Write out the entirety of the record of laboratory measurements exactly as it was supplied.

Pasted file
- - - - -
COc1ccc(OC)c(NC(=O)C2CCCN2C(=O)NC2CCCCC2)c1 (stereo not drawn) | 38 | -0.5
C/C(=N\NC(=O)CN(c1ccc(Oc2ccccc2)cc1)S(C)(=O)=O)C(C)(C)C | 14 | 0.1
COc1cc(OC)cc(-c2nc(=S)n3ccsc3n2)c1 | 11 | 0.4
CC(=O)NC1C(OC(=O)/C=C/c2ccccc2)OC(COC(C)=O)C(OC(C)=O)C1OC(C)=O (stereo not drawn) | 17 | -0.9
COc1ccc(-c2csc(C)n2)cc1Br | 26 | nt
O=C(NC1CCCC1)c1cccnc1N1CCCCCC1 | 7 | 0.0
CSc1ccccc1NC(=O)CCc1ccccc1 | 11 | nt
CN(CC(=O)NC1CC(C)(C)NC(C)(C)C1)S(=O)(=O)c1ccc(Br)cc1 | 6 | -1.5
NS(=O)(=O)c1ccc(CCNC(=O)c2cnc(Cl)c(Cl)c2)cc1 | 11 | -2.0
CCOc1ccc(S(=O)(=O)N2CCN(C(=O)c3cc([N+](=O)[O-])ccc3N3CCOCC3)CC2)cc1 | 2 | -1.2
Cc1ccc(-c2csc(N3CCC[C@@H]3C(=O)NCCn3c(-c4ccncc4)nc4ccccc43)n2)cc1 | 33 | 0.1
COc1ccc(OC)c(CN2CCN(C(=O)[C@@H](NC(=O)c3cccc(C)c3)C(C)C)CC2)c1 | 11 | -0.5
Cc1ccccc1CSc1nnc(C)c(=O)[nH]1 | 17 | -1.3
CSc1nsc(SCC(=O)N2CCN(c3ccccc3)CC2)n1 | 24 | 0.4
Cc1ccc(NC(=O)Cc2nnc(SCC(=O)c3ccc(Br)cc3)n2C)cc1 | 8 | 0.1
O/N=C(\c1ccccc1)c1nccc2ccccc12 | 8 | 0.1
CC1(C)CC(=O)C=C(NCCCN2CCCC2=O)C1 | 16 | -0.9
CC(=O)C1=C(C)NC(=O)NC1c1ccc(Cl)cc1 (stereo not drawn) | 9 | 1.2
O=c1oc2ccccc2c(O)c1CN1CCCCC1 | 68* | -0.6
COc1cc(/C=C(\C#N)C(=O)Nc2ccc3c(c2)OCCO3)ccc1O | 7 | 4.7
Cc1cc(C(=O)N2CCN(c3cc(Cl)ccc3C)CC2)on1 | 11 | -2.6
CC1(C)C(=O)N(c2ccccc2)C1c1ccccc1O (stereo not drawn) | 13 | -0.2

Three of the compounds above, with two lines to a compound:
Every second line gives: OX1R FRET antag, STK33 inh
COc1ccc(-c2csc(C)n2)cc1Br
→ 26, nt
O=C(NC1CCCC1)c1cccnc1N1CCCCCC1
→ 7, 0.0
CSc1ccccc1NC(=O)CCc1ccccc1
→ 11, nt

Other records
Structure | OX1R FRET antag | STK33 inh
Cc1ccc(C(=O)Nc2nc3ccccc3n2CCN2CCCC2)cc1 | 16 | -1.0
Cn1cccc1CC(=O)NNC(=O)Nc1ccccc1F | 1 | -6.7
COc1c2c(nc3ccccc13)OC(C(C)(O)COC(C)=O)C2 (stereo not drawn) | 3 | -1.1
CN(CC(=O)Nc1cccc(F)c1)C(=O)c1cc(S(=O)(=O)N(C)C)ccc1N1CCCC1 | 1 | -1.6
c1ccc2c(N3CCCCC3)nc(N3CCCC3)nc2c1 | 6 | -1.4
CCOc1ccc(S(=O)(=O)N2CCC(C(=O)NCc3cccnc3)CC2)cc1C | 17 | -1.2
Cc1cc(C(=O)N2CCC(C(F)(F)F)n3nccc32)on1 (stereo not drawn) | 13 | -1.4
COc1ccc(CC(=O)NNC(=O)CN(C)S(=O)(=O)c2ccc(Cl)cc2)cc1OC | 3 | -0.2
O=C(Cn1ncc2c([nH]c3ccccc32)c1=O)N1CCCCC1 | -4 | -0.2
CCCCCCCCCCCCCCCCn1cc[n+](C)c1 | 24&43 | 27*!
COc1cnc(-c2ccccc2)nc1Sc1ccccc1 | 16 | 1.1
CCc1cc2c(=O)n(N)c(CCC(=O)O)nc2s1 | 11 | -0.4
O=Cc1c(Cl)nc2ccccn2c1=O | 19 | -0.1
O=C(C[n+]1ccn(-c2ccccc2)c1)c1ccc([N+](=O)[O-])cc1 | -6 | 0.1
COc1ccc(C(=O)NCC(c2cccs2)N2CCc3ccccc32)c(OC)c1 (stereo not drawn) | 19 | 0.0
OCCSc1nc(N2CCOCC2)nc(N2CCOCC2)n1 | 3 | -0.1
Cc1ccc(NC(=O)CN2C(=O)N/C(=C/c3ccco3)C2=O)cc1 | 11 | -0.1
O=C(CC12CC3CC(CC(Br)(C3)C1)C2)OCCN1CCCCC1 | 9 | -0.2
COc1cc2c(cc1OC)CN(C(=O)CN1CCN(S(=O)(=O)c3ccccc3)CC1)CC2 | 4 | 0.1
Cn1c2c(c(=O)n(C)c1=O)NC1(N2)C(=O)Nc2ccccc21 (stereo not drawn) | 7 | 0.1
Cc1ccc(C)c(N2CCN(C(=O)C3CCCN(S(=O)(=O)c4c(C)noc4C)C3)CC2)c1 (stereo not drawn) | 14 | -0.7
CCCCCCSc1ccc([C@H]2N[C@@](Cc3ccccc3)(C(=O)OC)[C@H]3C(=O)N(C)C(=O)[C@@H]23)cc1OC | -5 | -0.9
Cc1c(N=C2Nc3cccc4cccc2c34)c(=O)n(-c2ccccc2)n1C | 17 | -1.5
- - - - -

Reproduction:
COc1ccc(OC)c(NC(=O)C2CCCN2C(=O)NC2CCCCC2)c1 (stereo not drawn) | 38 | -0.5
C/C(=N\NC(=O)CN(c1ccc(Oc2ccccc2)cc1)S(C)(=O)=O)C(C)(C)C | 14 | 0.1
COc1cc(OC)cc(-c2nc(=S)n3ccsc3n2)c1 | 11 | 0.4
CC(=O)NC1C(OC(=O)/C=C/c2ccccc2)OC(COC(C)=O)C(OC(C)=O)C1OC(C)=O (stereo not drawn) | 17 | -0.9
COc1ccc(-c2csc(C)n2)cc1Br | 26 | nt
O=C(NC1CCCC1)c1cccnc1N1CCCCCC1 | 7 | 0.0
CSc1ccccc1NC(=O)CCc1ccccc1 | 11 | nt
CN(CC(=O)NC1CC(C)(C)NC(C)(C)C1)S(=O)(=O)c1ccc(Br)cc1 | 6 | -1.5
NS(=O)(=O)c1ccc(CCNC(=O)c2cnc(Cl)c(Cl)c2)cc1 | 11 | -2.0
CCOc1ccc(S(=O)(=O)N2CCN(C(=O)c3cc([N+](=O)[O-])ccc3N3CCOCC3)CC2)cc1 | 2 | -1.2
Cc1ccc(-c2csc(N3CCC[C@@H]3C(=O)NCCn3c(-c4ccncc4)nc4ccccc43)n2)cc1 | 33 | 0.1
COc1ccc(OC)c(CN2CCN(C(=O)[C@@H](NC(=O)c3cccc(C)c3)C(C)C)CC2)c1 | 11 | -0.5
Cc1ccccc1CSc1nnc(C)c(=O)[nH]1 | 17 | -1.3
CSc1nsc(SCC(=O)N2CCN(c3ccccc3)CC2)n1 | 24 | 0.4
Cc1ccc(NC(=O)Cc2nnc(SCC(=O)c3ccc(Br)cc3)n2C)cc1 | 8 | 0.1
O/N=C(\c1ccccc1)c1nccc2ccccc12 | 8 | 0.1
CC1(C)CC(=O)C=C(NCCCN2CCCC2=O)C1 | 16 | -0.9
CC(=O)C1=C(C)NC(=O)NC1c1ccc(Cl)cc1 (stereo not drawn) | 9 | 1.2
O=c1oc2ccccc2c(O)c1CN1CCCCC1 | 68* | -0.6
COc1cc(/C=C(\C#N)C(=O)Nc2ccc3c(c2)OCCO3)ccc1O | 7 | 4.7
Cc1cc(C(=O)N2CCN(c3cc(Cl)ccc3C)CC2)on1 | 11 | -2.6
CC1(C)C(=O)N(c2ccccc2)C1c1ccccc1O (stereo not drawn) | 13 | -0.2

Three of the compounds above, with two lines to a compound:
Every second line gives: OX1R FRET antag, STK33 inh
COc1ccc(-c2csc(C)n2)cc1Br
→ 26, nt
O=C(NC1CCCC1)c1cccnc1N1CCCCCC1
→ 7, 0.0
CSc1ccccc1NC(=O)CCc1ccccc1
→ 11, nt

Other records
Structure | OX1R FRET antag | STK33 inh
Cc1ccc(C(=O)Nc2nc3ccccc3n2CCN2CCCC2)cc1 | 16 | -1.0
Cn1cccc1CC(=O)NNC(=O)Nc1ccccc1F | 1 | -6.7
COc1c2c(nc3ccccc13)OC(C(C)(O)COC(C)=O)C2 (stereo not drawn) | 3 | -1.1
CN(CC(=O)Nc1cccc(F)c1)C(=O)c1cc(S(=O)(=O)N(C)C)ccc1N1CCCC1 | 1 | -1.6
c1ccc2c(N3CCCCC3)nc(N3CCCC3)nc2c1 | 6 | -1.4
CCOc1ccc(S(=O)(=O)N2CCC(C(=O)NCc3cccnc3)CC2)cc1C | 17 | -1.2
Cc1cc(C(=O)N2CCC(C(F)(F)F)n3nccc32)on1 (stereo not drawn) | 13 | -1.4
COc1ccc(CC(=O)NNC(=O)CN(C)S(=O)(=O)c2ccc(Cl)cc2)cc1OC | 3 | -0.2
O=C(Cn1ncc2c([nH]c3ccccc32)c1=O)N1CCCCC1 | -4 | -0.2
CCCCCCCCCCCCCCCCn1cc[n+](C)c1 | 24&43 | 27*!
COc1cnc(-c2ccccc2)nc1Sc1ccccc1 | 16 | 1.1
CCc1cc2c(=O)n(N)c(CCC(=O)O)nc2s1 | 11 | -0.4
O=Cc1c(Cl)nc2ccccn2c1=O | 19 | -0.1
O=C(C[n+]1ccn(-c2ccccc2)c1)c1ccc([N+](=O)[O-])cc1 | -6 | 0.1
COc1ccc(C(=O)NCC(c2cccs2)N2CCc3ccccc32)c(OC)c1 (stereo not drawn) | 19 | 0.0
OCCSc1nc(N2CCOCC2)nc(N2CCOCC2)n1 | 3 | -0.1
Cc1ccc(NC(=O)CN2C(=O)N/C(=C/c3ccco3)C2=O)cc1 | 11 | -0.1
O=C(CC12CC3CC(CC(Br)(C3)C1)C2)OCCN1CCCCC1 | 9 | -0.2
COc1cc2c(cc1OC)CN(C(=O)CN1CCN(S(=O)(=O)c3ccccc3)CC1)CC2 | 4 | 0.1
Cn1c2c(c(=O)n(C)c1=O)NC1(N2)C(=O)Nc2ccccc21 (stereo not drawn) | 7 | 0.1
Cc1ccc(C)c(N2CCN(C(=O)C3CCCN(S(=O)(=O)c4c(C)noc4C)C3)CC2)c1 (stereo not drawn) | 14 | -0.7
CCCCCCSc1ccc([C@H]2N[C@@](Cc3ccccc3)(C(=O)OC)[C@H]3C(=O)N(C)C(=O)[C@@H]23)cc1OC | -5 | -0.9
Cc1c(N=C2Nc3cccc4cccc2c34)c(=O)n(-c2ccccc2)n1C | 17 | -1.5